According to Ben Mezrich, Mark Zuckerberg’s relationship to facebook changed his life with difficult emotional struggles throughout the process. In the book “The Accidental Billionaires: A Tale of Sex, Money, Genius, and Betrayal”, Mark Zuckerberg studied at Harvard University and went through many obstacles to reach his achievement of a social network that many people are aware of: ‘Facebook’. The key issue that occurred at this time was his emotional rollercoaster with acquaintances, inner emotions, and the relationship to his special creation. The creation of facebook changed Mark Zuckerberg in many personal ways while being attached to the creation and having him viewed differently.
Mark Zuckerberg was a normal student and his creation of facebook changed his life. After he met with Tyler and Cameron Winklevoss, two students who convince him to create a social network with them, an idea sprung inside his head and he began the work as soon as possible. At their meeting, Tyler and Cameron’s idea of making “Harvard Connection” sprung an idea in Zuckerberg’s head. Although the twins believe Mark stole their idea, Zuckerberg had already launched a site, which makes him seem innocent because of his previous actions. During the process of his creation, his motivation grew day after day, proving his dedication to the idea. “The truth was, Eduardo was pretty sure Mark hadn’t slept much in the past week…it didn’t matter. At the moment, nothing mattered to Mark” (Mezrich 92).
According to Mezrich, this quotation tells us how involved he was with the creation of facebook. He sure did know that once he started going for it, there was no turning back. The fact that Mark created facebook shows how important it is to him on an emotional level. It is important to him in that aspect because it is shown through the ‘facesmash’ web site that it is his future and he wanted to make a site that connects people at Harvard. “Readers of “The Accidental Billionaires” will gain as little sense of the drama in the company’s rise as they will of Mr. Zuckerberg role in the story. The author’s lack of contact with his central character seems to have stupefied his storytelling skills…” Like I said before, Mezrich fails to stay on the topic of his central character and since the author wasn’t able to interview Mark, it was a way out and made the story seem phony in some parts.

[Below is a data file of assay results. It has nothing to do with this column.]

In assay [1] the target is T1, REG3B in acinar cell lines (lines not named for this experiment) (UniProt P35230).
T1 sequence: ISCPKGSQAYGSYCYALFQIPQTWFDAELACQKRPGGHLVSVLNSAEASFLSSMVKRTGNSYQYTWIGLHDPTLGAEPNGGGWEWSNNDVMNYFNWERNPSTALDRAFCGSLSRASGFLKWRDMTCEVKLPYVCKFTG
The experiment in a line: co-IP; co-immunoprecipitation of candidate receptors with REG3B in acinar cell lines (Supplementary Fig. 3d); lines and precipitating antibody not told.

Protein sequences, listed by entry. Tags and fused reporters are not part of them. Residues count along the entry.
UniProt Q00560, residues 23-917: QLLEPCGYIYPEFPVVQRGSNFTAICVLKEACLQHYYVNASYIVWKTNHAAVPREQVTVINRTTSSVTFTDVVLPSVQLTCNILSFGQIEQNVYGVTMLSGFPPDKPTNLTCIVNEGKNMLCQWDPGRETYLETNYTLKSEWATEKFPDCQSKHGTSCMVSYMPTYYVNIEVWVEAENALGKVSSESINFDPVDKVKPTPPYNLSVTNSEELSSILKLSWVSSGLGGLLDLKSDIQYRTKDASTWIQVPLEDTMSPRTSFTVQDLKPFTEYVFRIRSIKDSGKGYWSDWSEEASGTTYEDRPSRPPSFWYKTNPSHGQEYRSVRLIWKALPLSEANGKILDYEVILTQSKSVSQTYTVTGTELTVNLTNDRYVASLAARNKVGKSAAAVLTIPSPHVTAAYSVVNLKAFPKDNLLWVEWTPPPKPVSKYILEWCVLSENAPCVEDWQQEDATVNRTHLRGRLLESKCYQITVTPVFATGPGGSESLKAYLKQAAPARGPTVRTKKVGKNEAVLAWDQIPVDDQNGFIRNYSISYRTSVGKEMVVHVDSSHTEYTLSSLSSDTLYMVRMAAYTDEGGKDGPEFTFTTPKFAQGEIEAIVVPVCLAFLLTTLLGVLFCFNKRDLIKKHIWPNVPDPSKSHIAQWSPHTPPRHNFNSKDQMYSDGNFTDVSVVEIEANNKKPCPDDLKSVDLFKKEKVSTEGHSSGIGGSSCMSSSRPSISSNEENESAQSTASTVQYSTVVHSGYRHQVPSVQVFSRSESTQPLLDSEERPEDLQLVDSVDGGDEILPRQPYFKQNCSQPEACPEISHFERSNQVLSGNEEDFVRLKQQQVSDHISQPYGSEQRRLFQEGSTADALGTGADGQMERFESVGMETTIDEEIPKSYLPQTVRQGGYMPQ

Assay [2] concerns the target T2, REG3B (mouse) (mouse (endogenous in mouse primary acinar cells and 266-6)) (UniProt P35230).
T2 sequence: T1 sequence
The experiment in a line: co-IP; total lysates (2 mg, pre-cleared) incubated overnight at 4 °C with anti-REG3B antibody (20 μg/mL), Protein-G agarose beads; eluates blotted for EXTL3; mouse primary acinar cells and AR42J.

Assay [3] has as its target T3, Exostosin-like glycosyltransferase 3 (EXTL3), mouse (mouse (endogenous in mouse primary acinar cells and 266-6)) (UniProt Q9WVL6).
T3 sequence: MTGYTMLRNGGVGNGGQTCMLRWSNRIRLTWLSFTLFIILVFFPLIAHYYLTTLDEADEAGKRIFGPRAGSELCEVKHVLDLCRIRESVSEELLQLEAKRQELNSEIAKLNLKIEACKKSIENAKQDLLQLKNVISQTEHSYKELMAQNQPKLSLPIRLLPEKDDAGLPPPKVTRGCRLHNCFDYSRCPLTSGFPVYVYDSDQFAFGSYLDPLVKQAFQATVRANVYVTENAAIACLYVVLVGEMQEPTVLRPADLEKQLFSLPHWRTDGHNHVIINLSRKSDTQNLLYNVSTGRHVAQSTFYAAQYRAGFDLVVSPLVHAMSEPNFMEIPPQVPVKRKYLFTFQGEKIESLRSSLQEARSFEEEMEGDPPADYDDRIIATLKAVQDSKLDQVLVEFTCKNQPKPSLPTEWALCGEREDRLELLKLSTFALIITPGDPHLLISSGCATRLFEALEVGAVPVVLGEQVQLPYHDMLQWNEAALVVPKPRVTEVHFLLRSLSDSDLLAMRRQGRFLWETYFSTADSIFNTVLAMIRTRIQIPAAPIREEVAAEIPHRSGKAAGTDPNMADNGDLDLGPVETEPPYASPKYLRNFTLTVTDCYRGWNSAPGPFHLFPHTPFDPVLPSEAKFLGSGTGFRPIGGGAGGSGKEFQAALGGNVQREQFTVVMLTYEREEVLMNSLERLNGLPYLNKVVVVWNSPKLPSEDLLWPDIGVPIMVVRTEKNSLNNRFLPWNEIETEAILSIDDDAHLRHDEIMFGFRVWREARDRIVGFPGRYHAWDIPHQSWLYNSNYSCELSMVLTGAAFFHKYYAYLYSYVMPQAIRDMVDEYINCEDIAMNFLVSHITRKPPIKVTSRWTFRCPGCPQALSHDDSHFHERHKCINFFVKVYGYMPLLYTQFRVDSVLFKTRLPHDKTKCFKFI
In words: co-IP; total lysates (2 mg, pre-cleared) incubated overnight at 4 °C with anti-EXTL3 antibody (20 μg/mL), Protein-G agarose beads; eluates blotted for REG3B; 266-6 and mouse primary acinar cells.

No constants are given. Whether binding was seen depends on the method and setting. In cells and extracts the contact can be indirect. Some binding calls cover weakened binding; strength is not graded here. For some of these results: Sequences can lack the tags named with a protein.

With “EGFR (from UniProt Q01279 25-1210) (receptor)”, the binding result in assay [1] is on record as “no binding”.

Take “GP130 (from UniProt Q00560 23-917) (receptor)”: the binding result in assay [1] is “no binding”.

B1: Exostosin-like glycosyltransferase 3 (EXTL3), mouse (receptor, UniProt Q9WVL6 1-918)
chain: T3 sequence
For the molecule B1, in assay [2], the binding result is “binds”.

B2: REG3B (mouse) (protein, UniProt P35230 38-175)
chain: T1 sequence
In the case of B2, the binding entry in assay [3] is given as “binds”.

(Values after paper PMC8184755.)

Zuckerberg was always a closed off individual, which is a major reason why Mezrich couldn’t interview him for this book. He went to Eduardo for all the information, which is truthful, but coming from Mark would be more interesting for the readers. Mark was very awkward when talking to people, and when he first met Eduardo. They became good friends for quite some time, but once facebook was growing bigger, Mark wanted to take all the credit and pushed Eduardo to the side. Once Sean Parker came into the picture, this is when Mark’s feelings became selfish, overbearing, and scary. The book made it seem somewhat superficial because they behaviors were not addressed correctly.
It was just his personality, but I think they could’ve defiantly put some more effort into making his character more out there. He didn’t believe anyone and pushed all the feelings for his friends away because he was so determined to make the facebook a success. “To veterans of the start-up world, the plot of “The Accidental Billionaires” will sound all too familiar. A couple of young nerds–two Harvard undergraduates, Mark Zuckerberg and Eduardo Saverin–come up with a brilliant idea for a website and launch a prototype” (EBSCO). This person has the same view as me because it all seems superficial and it seems like the fame is all they are going for based on Mark’s behavior toward Eduardo. The Winklevoss twins were a big factor in the story, and they came off very stuck up and knew what they wanted. Mark was always quiet and to himself…but disappeared when he figured out what he wanted to do, whether he “stole” their idea or not.
It shows Mark’s character and his reaction to real life situations which was successful. All in all, I do believe Zuckerberg’s emotions toward facebook and his friends were changing a lot. I think providing more insight on how he felt would make the book a better read and more interesting. The beginning is slow and could be spiced up with some more background on Mark Zuckerberg. The author, Ben Mezrich was unable to interview him and relied on all the resources that Eduardo gave to him. It made the story excited, but could be more interesting if they had Mark’s insight. He sure did change with his emotions of the people he was with and the creation made a large change in the world of networking.
Boutin, Paul. “Book Review: ‘The Accidental Billionaires’ – WSJ.com.” Business News & Financial News – The Wall Street Journal – Wsj.com. 22 July 2009. Web. 13 Feb. 2011. . “Friends and Foes.” Academic Search Premier. EBSCO, 08 Aug. 2009. Web. 13 Feb. 2011. http://web.ebscohost.com.proxy.jjc.edu/ehost/detail? Mezrich, Ben. The Accidental Billionaires: the Founding of Facebook : a Tale of Sex, Money, Genius, and Betrayal. New York: Doubleday, 2009. Print.